This is the latest in a series of crises facing the state's social-services system. This decertification of the Pierce County facility for developmentally-disabled people could cost Washington roughly $12 million in annual funding, according to state officials.

Share story

OLYMPIA — The U.S. Centers for Medicare and Medicaid Services has decertified part of the Rainier School, a state-run facility for people with developmental disabilities, citing the institution’s failure to meet basic safety and health requirements.

The move could cost Washington state roughly $12 million in annual federal funding, according to the state Department of Social and Health Services (DSHS), which oversees the facility.

The decertification came after inspections last year showed issues with staffing levels and oversight in one program at Rainier as well as with what’s known as active treatment. That is intended to help residents become more independent.

The entire facility houses about 240 people, according to DSHS spokeswoman Lisa Copeland. About 80 of those residents are in the program that was decertified, said Copeland.

DSHS is working to transfer those residents to different facilities by the fall, according to a news release by the agency. Roughly 20 other patients from that program have already been relocated to other facilities as the agency anticipated an unfavorable decision, according to Copeland.

The decertification is the latest in a series of crises facing the state’s social-services system.

The Centers for Medicare and Medicaid Services in a similar move last year decertified Western State Hospital, Washington’s largest psychiatric facility, costing $53 million in annual funding.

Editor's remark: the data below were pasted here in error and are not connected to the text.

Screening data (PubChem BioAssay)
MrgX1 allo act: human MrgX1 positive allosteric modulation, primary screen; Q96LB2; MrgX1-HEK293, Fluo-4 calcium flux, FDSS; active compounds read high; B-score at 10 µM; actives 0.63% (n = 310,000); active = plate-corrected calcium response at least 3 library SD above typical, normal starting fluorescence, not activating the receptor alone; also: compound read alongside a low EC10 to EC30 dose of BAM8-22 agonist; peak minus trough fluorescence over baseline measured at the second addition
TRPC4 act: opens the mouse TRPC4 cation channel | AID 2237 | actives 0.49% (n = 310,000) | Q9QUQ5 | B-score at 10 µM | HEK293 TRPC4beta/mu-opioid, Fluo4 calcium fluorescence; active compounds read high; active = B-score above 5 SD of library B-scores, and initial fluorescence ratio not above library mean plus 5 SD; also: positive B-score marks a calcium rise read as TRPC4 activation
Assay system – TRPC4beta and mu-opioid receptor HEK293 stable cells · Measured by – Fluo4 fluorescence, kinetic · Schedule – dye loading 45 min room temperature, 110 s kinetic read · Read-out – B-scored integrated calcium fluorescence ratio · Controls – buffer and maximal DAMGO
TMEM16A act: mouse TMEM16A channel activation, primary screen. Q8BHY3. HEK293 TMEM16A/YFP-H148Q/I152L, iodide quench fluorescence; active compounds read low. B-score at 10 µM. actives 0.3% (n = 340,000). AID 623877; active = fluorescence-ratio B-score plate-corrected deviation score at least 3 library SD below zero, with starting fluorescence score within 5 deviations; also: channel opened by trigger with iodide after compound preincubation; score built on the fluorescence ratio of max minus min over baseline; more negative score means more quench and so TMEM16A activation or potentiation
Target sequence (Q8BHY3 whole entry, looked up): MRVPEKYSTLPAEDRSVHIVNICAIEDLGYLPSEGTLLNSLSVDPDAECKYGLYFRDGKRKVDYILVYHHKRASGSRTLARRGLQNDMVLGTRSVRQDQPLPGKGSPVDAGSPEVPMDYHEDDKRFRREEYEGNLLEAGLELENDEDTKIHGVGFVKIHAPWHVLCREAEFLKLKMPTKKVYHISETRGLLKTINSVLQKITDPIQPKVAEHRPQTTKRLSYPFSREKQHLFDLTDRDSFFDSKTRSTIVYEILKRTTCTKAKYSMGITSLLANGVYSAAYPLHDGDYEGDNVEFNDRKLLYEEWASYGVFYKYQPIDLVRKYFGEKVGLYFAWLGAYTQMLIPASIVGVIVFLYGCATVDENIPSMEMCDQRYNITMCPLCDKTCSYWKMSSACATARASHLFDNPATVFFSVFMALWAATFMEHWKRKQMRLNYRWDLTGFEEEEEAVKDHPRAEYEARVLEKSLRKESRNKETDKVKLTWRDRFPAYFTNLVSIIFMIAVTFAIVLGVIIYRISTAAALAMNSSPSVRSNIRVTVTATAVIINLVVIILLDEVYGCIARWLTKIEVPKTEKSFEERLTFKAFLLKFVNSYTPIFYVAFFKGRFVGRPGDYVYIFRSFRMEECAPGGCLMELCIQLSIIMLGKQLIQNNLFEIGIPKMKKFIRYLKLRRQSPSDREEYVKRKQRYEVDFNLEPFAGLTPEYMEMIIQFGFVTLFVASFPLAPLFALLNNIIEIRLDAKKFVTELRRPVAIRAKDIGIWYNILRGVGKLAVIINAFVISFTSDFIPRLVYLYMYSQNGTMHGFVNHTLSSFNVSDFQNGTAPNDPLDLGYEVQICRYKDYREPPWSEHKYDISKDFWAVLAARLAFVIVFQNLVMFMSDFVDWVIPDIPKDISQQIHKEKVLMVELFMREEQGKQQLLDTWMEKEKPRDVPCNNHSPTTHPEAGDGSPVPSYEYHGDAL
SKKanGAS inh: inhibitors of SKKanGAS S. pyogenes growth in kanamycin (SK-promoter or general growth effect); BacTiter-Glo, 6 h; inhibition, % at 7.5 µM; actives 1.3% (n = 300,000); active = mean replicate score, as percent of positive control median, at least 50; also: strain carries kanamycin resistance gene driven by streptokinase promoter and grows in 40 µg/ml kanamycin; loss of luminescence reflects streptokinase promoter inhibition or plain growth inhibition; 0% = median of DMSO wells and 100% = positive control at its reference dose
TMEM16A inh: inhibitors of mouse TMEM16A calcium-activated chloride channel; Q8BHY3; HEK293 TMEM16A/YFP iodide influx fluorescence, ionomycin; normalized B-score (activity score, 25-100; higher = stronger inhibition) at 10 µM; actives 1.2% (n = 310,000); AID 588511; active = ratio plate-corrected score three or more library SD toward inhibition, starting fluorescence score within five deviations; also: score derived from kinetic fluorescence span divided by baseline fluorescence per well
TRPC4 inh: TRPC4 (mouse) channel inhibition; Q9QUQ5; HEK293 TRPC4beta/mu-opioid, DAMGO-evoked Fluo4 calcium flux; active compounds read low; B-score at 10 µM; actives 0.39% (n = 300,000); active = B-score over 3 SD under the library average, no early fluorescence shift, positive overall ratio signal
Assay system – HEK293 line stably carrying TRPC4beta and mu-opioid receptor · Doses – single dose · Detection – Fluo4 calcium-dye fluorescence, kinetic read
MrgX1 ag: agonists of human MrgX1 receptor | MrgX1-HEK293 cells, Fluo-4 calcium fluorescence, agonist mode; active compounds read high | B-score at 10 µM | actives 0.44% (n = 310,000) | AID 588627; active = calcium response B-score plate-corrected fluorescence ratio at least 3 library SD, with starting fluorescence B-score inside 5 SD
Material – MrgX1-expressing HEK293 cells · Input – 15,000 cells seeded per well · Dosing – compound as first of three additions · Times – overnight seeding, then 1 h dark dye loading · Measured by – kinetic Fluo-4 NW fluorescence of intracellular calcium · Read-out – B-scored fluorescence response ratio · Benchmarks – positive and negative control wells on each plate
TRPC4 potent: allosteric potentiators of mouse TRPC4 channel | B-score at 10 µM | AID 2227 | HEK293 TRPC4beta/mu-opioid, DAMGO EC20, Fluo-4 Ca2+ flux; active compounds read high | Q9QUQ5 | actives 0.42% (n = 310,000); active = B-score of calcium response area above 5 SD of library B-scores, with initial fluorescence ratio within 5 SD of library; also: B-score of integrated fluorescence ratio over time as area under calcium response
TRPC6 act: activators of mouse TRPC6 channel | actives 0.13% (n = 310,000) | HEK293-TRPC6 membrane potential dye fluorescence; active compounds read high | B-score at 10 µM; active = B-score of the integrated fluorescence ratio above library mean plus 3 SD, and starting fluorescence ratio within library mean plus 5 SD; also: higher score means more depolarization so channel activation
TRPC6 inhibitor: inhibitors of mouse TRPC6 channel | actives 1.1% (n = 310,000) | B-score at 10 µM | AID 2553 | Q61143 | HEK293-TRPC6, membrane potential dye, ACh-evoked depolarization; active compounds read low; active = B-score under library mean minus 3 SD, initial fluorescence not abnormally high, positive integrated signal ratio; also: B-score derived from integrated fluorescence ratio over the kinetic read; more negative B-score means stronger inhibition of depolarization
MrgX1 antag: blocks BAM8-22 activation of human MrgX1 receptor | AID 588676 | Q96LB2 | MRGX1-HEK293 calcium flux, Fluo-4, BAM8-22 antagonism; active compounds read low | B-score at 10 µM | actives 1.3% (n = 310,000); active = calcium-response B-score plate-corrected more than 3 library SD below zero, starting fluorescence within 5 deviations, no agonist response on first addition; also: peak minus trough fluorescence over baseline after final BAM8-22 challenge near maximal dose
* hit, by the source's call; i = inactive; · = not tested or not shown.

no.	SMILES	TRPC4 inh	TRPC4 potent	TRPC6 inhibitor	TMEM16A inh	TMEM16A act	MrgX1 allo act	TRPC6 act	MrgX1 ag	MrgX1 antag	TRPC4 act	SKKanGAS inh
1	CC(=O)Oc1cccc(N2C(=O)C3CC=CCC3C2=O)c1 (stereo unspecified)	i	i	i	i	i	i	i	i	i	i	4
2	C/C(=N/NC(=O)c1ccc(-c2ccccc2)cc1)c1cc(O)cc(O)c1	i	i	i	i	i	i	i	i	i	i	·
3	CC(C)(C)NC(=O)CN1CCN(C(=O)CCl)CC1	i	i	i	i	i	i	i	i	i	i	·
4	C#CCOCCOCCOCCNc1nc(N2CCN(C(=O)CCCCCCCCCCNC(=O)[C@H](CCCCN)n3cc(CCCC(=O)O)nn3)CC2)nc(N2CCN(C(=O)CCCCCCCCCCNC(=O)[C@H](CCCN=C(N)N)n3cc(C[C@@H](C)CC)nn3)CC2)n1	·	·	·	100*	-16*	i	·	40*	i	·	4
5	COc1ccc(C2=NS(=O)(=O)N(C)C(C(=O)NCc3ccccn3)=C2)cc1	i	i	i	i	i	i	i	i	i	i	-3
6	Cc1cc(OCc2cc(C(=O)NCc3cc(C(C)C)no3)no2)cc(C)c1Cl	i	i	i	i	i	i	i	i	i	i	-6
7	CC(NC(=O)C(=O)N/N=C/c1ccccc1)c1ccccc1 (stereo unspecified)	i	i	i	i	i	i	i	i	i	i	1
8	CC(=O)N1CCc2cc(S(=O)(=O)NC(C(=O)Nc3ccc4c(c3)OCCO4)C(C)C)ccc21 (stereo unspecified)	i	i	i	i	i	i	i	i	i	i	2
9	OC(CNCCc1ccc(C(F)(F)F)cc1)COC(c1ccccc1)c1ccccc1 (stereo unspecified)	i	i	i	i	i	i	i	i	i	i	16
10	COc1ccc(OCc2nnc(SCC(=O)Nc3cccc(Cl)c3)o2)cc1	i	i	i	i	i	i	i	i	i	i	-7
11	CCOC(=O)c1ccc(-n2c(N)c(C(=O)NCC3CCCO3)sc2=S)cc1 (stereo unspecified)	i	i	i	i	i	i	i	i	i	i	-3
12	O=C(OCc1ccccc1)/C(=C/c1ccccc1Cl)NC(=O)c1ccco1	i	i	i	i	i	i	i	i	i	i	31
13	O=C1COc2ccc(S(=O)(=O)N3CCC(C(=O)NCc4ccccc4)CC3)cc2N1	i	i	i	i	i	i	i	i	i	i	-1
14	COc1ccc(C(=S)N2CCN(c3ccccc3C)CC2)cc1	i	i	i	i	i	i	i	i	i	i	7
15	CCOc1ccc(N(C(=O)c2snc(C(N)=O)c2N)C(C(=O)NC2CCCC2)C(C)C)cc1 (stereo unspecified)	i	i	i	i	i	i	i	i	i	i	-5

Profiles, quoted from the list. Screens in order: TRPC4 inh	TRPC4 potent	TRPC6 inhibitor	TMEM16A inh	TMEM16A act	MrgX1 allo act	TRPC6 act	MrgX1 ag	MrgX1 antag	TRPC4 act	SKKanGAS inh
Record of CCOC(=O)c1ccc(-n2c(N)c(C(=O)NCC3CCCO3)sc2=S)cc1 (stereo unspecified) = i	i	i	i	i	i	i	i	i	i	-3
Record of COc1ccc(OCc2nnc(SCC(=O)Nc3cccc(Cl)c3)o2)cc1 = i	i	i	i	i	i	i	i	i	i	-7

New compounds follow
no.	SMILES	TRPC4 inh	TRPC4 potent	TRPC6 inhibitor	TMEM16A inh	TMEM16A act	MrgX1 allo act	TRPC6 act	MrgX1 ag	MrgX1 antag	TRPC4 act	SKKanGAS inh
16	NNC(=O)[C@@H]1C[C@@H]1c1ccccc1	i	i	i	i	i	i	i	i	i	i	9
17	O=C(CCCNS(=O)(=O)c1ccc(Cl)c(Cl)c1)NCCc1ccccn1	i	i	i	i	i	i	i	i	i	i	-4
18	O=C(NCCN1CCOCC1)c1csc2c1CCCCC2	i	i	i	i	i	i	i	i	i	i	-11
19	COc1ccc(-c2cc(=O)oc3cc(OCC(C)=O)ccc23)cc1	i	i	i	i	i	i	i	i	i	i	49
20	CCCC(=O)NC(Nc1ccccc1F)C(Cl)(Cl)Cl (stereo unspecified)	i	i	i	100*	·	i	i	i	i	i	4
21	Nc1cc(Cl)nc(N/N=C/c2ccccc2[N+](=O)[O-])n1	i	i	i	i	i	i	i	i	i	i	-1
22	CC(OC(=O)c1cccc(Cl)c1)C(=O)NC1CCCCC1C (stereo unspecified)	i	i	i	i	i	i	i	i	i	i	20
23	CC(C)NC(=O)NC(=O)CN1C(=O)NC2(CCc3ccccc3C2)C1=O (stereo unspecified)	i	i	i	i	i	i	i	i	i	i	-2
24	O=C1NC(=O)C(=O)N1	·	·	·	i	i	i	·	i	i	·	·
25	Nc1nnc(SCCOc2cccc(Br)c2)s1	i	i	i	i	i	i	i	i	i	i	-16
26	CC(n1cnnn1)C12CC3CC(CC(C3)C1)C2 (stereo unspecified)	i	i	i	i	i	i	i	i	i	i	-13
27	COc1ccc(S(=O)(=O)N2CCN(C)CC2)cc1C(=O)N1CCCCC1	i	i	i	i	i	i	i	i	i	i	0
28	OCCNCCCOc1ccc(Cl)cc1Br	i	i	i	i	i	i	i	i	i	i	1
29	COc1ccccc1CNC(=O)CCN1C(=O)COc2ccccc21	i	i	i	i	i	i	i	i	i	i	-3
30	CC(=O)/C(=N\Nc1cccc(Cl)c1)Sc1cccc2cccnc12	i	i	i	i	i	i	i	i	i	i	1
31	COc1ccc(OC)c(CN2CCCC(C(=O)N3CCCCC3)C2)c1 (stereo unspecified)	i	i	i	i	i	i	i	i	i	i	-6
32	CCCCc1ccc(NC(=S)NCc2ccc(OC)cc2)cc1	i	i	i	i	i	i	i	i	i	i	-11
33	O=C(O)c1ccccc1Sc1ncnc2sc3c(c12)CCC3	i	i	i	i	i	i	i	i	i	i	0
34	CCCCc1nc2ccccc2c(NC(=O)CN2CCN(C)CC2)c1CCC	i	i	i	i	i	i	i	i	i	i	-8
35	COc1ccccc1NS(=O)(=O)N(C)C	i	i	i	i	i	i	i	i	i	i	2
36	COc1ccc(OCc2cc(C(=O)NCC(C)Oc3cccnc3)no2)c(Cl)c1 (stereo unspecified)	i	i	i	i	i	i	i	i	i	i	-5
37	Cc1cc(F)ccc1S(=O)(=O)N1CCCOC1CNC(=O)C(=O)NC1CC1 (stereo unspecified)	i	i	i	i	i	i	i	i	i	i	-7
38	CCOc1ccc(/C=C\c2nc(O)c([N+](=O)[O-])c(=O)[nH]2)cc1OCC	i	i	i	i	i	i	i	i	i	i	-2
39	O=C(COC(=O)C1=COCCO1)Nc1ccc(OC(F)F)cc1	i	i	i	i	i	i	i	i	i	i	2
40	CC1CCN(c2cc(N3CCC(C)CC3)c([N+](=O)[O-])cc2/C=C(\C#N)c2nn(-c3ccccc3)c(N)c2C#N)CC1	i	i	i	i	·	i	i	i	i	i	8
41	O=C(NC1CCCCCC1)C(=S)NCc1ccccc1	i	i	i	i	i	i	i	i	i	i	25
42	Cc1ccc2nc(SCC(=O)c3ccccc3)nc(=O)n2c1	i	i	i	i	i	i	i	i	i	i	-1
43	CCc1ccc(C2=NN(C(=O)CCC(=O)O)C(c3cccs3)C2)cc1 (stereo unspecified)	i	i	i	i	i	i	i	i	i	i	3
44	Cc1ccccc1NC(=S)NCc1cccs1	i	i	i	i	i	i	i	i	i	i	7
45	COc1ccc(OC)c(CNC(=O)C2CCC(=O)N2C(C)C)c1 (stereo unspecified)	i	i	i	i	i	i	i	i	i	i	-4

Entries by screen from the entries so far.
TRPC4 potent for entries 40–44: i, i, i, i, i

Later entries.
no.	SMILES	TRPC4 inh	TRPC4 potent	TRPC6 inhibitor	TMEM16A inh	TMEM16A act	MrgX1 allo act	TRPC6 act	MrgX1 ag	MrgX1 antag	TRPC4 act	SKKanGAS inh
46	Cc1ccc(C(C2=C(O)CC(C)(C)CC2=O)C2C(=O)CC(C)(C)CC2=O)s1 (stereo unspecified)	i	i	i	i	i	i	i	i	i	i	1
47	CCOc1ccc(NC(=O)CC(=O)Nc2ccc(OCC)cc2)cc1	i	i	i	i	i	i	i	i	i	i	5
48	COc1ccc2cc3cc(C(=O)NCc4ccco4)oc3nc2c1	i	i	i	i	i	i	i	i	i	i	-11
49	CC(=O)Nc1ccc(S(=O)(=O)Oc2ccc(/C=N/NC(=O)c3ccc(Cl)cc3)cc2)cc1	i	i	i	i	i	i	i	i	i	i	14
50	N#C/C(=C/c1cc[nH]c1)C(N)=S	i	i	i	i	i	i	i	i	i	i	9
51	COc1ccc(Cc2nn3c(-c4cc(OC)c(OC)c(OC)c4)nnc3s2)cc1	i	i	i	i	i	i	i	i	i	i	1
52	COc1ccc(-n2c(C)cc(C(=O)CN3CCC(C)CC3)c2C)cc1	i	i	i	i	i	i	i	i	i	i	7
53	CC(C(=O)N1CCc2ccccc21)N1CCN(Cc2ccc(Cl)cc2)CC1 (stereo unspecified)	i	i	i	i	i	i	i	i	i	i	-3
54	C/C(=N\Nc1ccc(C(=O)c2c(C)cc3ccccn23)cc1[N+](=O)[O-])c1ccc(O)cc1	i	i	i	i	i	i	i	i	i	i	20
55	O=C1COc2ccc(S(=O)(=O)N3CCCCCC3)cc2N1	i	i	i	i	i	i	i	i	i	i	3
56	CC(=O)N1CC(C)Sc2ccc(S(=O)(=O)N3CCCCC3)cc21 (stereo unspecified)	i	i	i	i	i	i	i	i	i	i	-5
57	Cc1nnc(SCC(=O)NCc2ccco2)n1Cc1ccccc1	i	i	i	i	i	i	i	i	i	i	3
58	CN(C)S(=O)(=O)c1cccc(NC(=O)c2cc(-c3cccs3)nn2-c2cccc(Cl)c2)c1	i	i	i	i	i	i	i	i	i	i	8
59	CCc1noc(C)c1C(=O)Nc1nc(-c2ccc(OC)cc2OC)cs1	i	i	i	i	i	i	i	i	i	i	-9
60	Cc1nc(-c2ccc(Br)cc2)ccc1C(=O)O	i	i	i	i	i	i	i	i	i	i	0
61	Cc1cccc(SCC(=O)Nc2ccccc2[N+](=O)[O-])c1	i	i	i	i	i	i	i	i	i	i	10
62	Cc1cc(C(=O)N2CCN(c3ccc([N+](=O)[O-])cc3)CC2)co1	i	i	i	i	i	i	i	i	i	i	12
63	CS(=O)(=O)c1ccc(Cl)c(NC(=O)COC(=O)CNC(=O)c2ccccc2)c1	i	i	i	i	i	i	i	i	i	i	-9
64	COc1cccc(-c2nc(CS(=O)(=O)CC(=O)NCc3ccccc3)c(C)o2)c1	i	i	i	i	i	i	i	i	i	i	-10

And a report last fall detailed how a lack of care providers led Washington’s foster-care system to send children to Iowa, where they were allegedly abused in a facility run, according to the advocacy group Disability Rights Washington, “like a correctional institution.”

Rainier School, located in Buckley, Pierce County, has struggled for more than a year to come into compliance after a series of inspections by federal regulators.

Copeland said it has been difficult recruiting staff to work in Buckley, when they could earn the same amount of pay somewhere else.

“We’re definitely saddened by it, but I don’t think that we’re surprised,” she said of the decertification.

The remainder of the Rainier School residents are in two other programs, one of which has maintained its certification, according to Copeland.

DSHS officials are waiting to learn the findings about a recent inspection on the third program, according to Copeland.

Other federal investigations in 2017 found the facility “possibly contributed” to the deaths of two patients through poor medical care for one patient’s pressure sore and the lack of monitoring of another’s diet.

A Disability Rights Washington report last year on the Rainier School claimed that other residents at the facility remained at risk of choking to death while eating.

In the notice of termination released this week, federal regulators cited Rainier School’s “failure to meet Medicaid’s basic health and safety requirements.”

Jaime Smith, spokeswoman for Gov. Jay Inslee, said the decision was disappointing and would have a short-term fiscal impact. But the decertification won’t affect the transition plan currently underway, Smith said.

Inslee’s proposed 2019-21 state operating budget would provide for boosted staffing at Washington’s residential facilities and would fund additional community beds for those with developmental disabilities.